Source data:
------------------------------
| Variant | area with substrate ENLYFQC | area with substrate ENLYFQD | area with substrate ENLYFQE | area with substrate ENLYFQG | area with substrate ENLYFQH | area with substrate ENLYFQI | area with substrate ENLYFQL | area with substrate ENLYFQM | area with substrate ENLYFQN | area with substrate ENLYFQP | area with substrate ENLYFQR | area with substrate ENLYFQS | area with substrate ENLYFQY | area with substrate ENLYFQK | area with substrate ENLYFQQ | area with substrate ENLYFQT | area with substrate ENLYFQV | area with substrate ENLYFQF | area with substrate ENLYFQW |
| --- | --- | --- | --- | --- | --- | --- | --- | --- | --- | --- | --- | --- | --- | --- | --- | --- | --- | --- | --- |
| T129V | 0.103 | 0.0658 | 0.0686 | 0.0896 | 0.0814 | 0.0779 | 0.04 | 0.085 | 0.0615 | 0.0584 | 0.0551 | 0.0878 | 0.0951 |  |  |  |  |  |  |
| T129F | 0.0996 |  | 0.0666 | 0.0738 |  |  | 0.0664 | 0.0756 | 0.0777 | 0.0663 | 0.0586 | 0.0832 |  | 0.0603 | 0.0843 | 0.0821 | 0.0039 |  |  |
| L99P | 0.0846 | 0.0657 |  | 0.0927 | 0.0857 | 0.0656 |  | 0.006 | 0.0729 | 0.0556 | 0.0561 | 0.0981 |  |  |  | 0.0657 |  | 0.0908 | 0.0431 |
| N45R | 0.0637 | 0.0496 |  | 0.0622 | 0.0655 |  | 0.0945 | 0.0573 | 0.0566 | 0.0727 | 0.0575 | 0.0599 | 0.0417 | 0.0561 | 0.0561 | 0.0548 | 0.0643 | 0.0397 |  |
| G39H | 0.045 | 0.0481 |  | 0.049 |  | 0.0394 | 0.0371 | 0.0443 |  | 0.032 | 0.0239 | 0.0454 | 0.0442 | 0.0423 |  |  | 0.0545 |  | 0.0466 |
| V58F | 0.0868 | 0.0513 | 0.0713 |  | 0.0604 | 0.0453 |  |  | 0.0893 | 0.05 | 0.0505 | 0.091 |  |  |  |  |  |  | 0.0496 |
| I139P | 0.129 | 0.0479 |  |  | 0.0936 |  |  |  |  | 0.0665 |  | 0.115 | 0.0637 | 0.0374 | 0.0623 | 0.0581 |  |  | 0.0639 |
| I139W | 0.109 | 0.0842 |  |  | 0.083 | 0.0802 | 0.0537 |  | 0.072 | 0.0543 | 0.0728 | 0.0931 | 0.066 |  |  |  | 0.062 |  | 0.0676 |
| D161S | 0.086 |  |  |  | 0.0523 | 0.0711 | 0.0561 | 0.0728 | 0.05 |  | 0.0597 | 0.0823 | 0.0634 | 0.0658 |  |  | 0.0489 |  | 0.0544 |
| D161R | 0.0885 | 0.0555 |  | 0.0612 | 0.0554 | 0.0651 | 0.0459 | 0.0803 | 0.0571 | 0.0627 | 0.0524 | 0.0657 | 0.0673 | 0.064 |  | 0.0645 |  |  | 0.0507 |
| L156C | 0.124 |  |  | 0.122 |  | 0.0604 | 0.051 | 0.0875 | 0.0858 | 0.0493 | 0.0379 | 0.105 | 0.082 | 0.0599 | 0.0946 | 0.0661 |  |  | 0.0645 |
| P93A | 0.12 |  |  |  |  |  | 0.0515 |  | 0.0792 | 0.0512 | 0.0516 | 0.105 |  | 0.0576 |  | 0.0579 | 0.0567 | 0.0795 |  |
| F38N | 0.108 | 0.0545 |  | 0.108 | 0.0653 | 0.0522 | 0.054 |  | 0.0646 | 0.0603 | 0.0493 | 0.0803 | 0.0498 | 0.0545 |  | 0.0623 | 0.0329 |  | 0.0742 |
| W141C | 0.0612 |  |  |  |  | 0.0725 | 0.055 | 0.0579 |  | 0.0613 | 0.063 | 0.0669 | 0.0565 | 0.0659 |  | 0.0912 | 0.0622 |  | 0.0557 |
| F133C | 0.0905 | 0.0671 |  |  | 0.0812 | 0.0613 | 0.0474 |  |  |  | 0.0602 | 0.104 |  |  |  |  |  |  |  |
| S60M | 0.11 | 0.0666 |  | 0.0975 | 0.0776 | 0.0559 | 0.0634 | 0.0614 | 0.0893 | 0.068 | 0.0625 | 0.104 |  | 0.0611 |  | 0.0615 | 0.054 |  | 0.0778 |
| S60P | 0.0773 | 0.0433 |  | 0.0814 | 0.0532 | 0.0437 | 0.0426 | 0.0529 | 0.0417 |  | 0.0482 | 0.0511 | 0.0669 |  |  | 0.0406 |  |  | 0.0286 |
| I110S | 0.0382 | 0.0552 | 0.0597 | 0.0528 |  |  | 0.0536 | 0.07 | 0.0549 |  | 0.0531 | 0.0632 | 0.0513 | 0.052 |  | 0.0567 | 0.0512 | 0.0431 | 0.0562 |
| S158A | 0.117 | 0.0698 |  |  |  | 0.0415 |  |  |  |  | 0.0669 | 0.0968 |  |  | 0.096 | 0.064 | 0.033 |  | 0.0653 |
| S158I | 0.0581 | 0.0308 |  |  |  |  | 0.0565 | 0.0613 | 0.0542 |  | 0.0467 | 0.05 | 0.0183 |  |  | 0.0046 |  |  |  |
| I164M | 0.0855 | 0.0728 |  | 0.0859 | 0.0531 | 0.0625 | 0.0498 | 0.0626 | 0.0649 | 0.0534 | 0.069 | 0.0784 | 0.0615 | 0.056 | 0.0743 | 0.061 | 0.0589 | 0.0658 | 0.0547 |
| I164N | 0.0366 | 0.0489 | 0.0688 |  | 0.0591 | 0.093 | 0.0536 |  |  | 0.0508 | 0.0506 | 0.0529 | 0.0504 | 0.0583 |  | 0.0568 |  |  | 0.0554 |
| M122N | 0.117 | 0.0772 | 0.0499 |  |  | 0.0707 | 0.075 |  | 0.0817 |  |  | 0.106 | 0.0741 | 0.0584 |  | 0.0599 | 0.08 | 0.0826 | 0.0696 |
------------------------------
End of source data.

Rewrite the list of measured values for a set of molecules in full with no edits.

| Variant | area with substrate ENLYFQC | area with substrate ENLYFQD | area with substrate ENLYFQE | area with substrate ENLYFQG | area with substrate ENLYFQH | area with substrate ENLYFQI | area with substrate ENLYFQL | area with substrate ENLYFQM | area with substrate ENLYFQN | area with substrate ENLYFQP | area with substrate ENLYFQR | area with substrate ENLYFQS | area with substrate ENLYFQY | area with substrate ENLYFQK | area with substrate ENLYFQQ | area with substrate ENLYFQT | area with substrate ENLYFQV | area with substrate ENLYFQF | area with substrate ENLYFQW |
| --- | --- | --- | --- | --- | --- | --- | --- | --- | --- | --- | --- | --- | --- | --- | --- | --- | --- | --- | --- |
| T129V | 0.103 | 0.0658 | 0.0686 | 0.0896 | 0.0814 | 0.0779 | 0.04 | 0.085 | 0.0615 | 0.0584 | 0.0551 | 0.0878 | 0.0951 |  |  |  |  |  |  |
| T129F | 0.0996 |  | 0.0666 | 0.0738 |  |  | 0.0664 | 0.0756 | 0.0777 | 0.0663 | 0.0586 | 0.0832 |  | 0.0603 | 0.0843 | 0.0821 | 0.0039 |  |  |
| L99P | 0.0846 | 0.0657 |  | 0.0927 | 0.0857 | 0.0656 |  | 0.006 | 0.0729 | 0.0556 | 0.0561 | 0.0981 |  |  |  | 0.0657 |  | 0.0908 | 0.0431 |
| N45R | 0.0637 | 0.0496 |  | 0.0622 | 0.0655 |  | 0.0945 | 0.0573 | 0.0566 | 0.0727 | 0.0575 | 0.0599 | 0.0417 | 0.0561 | 0.0561 | 0.0548 | 0.0643 | 0.0397 |  |
| G39H | 0.045 | 0.0481 |  | 0.049 |  | 0.0394 | 0.0371 | 0.0443 |  | 0.032 | 0.0239 | 0.0454 | 0.0442 | 0.0423 |  |  | 0.0545 |  | 0.0466 |
| V58F | 0.0868 | 0.0513 | 0.0713 |  | 0.0604 | 0.0453 |  |  | 0.0893 | 0.05 | 0.0505 | 0.091 |  |  |  |  |  |  | 0.0496 |
| I139P | 0.129 | 0.0479 |  |  | 0.0936 |  |  |  |  | 0.0665 |  | 0.115 | 0.0637 | 0.0374 | 0.0623 | 0.0581 |  |  | 0.0639 |
| I139W | 0.109 | 0.0842 |  |  | 0.083 | 0.0802 | 0.0537 |  | 0.072 | 0.0543 | 0.0728 | 0.0931 | 0.066 |  |  |  | 0.062 |  | 0.0676 |
| D161S | 0.086 |  |  |  | 0.0523 | 0.0711 | 0.0561 | 0.0728 | 0.05 |  | 0.0597 | 0.0823 | 0.0634 | 0.0658 |  |  | 0.0489 |  | 0.0544 |
| D161R | 0.0885 | 0.0555 |  | 0.0612 | 0.0554 | 0.0651 | 0.0459 | 0.0803 | 0.0571 | 0.0627 | 0.0524 | 0.0657 | 0.0673 | 0.064 |  | 0.0645 |  |  | 0.0507 |
| L156C | 0.124 |  |  | 0.122 |  | 0.0604 | 0.051 | 0.0875 | 0.0858 | 0.0493 | 0.0379 | 0.105 | 0.082 | 0.0599 | 0.0946 | 0.0661 |  |  | 0.0645 |
| P93A | 0.12 |  |  |  |  |  | 0.0515 |  | 0.0792 | 0.0512 | 0.0516 | 0.105 |  | 0.0576 |  | 0.0579 | 0.0567 | 0.0795 |  |
| F38N | 0.108 | 0.0545 |  | 0.108 | 0.0653 | 0.0522 | 0.054 |  | 0.0646 | 0.0603 | 0.0493 | 0.0803 | 0.0498 | 0.0545 |  | 0.0623 | 0.0329 |  | 0.0742 |
| W141C | 0.0612 |  |  |  |  | 0.0725 | 0.055 | 0.0579 |  | 0.0613 | 0.063 | 0.0669 | 0.0565 | 0.0659 |  | 0.0912 | 0.0622 |  | 0.0557 |
| F133C | 0.0905 | 0.0671 |  |  | 0.0812 | 0.0613 | 0.0474 |  |  |  | 0.0602 | 0.104 |  |  |  |  |  |  |  |
| S60M | 0.11 | 0.0666 |  | 0.0975 | 0.0776 | 0.0559 | 0.0634 | 0.0614 | 0.0893 | 0.068 | 0.0625 | 0.104 |  | 0.0611 |  | 0.0615 | 0.054 |  | 0.0778 |
| S60P | 0.0773 | 0.0433 |  | 0.0814 | 0.0532 | 0.0437 | 0.0426 | 0.0529 | 0.0417 |  | 0.0482 | 0.0511 | 0.0669 |  |  | 0.0406 |  |  | 0.0286 |
| I110S | 0.0382 | 0.0552 | 0.0597 | 0.0528 |  |  | 0.0536 | 0.07 | 0.0549 |  | 0.0531 | 0.0632 | 0.0513 | 0.052 |  | 0.0567 | 0.0512 | 0.0431 | 0.0562 |
| S158A | 0.117 | 0.0698 |  |  |  | 0.0415 |  |  |  |  | 0.0669 | 0.0968 |  |  | 0.096 | 0.064 | 0.033 |  | 0.0653 |
| S158I | 0.0581 | 0.0308 |  |  |  |  | 0.0565 | 0.0613 | 0.0542 |  | 0.0467 | 0.05 | 0.0183 |  |  | 0.0046 |  |  |  |
| I164M | 0.0855 | 0.0728 |  | 0.0859 | 0.0531 | 0.0625 | 0.0498 | 0.0626 | 0.0649 | 0.0534 | 0.069 | 0.0784 | 0.0615 | 0.056 | 0.0743 | 0.061 | 0.0589 | 0.0658 | 0.0547 |
| I164N | 0.0366 | 0.0489 | 0.0688 |  | 0.0591 | 0.093 | 0.0536 |  |  | 0.0508 | 0.0506 | 0.0529 | 0.0504 | 0.0583 |  | 0.0568 |  |  | 0.0554 |
| M122N | 0.117 | 0.0772 | 0.0499 |  |  | 0.0707 | 0.075 |  | 0.0817 |  |  | 0.106 | 0.0741 | 0.0584 |  | 0.0599 | 0.08 | 0.0826 | 0.0696 |